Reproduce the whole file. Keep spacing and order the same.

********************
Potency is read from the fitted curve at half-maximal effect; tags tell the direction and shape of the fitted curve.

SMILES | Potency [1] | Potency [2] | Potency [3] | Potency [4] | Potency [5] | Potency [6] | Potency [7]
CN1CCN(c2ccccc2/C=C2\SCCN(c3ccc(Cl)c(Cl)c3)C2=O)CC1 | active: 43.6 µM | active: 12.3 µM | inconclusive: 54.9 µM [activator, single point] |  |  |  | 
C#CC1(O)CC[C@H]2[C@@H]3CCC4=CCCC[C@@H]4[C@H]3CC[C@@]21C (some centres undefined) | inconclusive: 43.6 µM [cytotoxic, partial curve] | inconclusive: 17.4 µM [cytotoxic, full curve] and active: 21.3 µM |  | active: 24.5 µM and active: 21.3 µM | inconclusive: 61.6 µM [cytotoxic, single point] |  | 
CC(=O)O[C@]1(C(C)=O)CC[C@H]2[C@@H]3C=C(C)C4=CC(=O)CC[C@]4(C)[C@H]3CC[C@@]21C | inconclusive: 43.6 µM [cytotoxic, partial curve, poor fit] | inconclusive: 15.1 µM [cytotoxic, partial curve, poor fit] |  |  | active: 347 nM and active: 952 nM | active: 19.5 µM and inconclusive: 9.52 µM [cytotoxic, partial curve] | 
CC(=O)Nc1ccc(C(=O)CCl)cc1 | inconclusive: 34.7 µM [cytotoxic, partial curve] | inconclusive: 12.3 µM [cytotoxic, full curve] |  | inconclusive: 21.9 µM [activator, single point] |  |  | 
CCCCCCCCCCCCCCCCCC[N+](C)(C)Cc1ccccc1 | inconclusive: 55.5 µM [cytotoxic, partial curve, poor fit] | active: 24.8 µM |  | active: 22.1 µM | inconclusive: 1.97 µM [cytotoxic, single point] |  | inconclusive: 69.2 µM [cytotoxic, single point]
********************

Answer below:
Potency is read from the fitted curve at half-maximal effect; tags tell the direction and shape of the fitted curve.

SMILES | Potency [1] | Potency [2] | Potency [3] | Potency [4] | Potency [5] | Potency [6] | Potency [7]
CN1CCN(c2ccccc2/C=C2\SCCN(c3ccc(Cl)c(Cl)c3)C2=O)CC1 | active: 43.6 µM | active: 12.3 µM | inconclusive: 54.9 µM [activator, single point] |  |  |  | 
C#CC1(O)CC[C@H]2[C@@H]3CCC4=CCCC[C@@H]4[C@H]3CC[C@@]21C (some centres undefined) | inconclusive: 43.6 µM [cytotoxic, partial curve] | inconclusive: 17.4 µM [cytotoxic, full curve] and active: 21.3 µM |  | active: 24.5 µM and active: 21.3 µM | inconclusive: 61.6 µM [cytotoxic, single point] |  | 
CC(=O)O[C@]1(C(C)=O)CC[C@H]2[C@@H]3C=C(C)C4=CC(=O)CC[C@]4(C)[C@H]3CC[C@@]21C | inconclusive: 43.6 µM [cytotoxic, partial curve, poor fit] | inconclusive: 15.1 µM [cytotoxic, partial curve, poor fit] |  |  | active: 347 nM and active: 952 nM | active: 19.5 µM and inconclusive: 9.52 µM [cytotoxic, partial curve] | 
CC(=O)Nc1ccc(C(=O)CCl)cc1 | inconclusive: 34.7 µM [cytotoxic, partial curve] | inconclusive: 12.3 µM [cytotoxic, full curve] |  | inconclusive: 21.9 µM [activator, single point] |  |  | 
CCCCCCCCCCCCCCCCCC[N+](C)(C)Cc1ccccc1 | inconclusive: 55.5 µM [cytotoxic, partial curve, poor fit] | active: 24.8 µM |  | active: 22.1 µM | inconclusive: 1.97 µM [cytotoxic, single point] |  | inconclusive: 69.2 µM [cytotoxic, single point]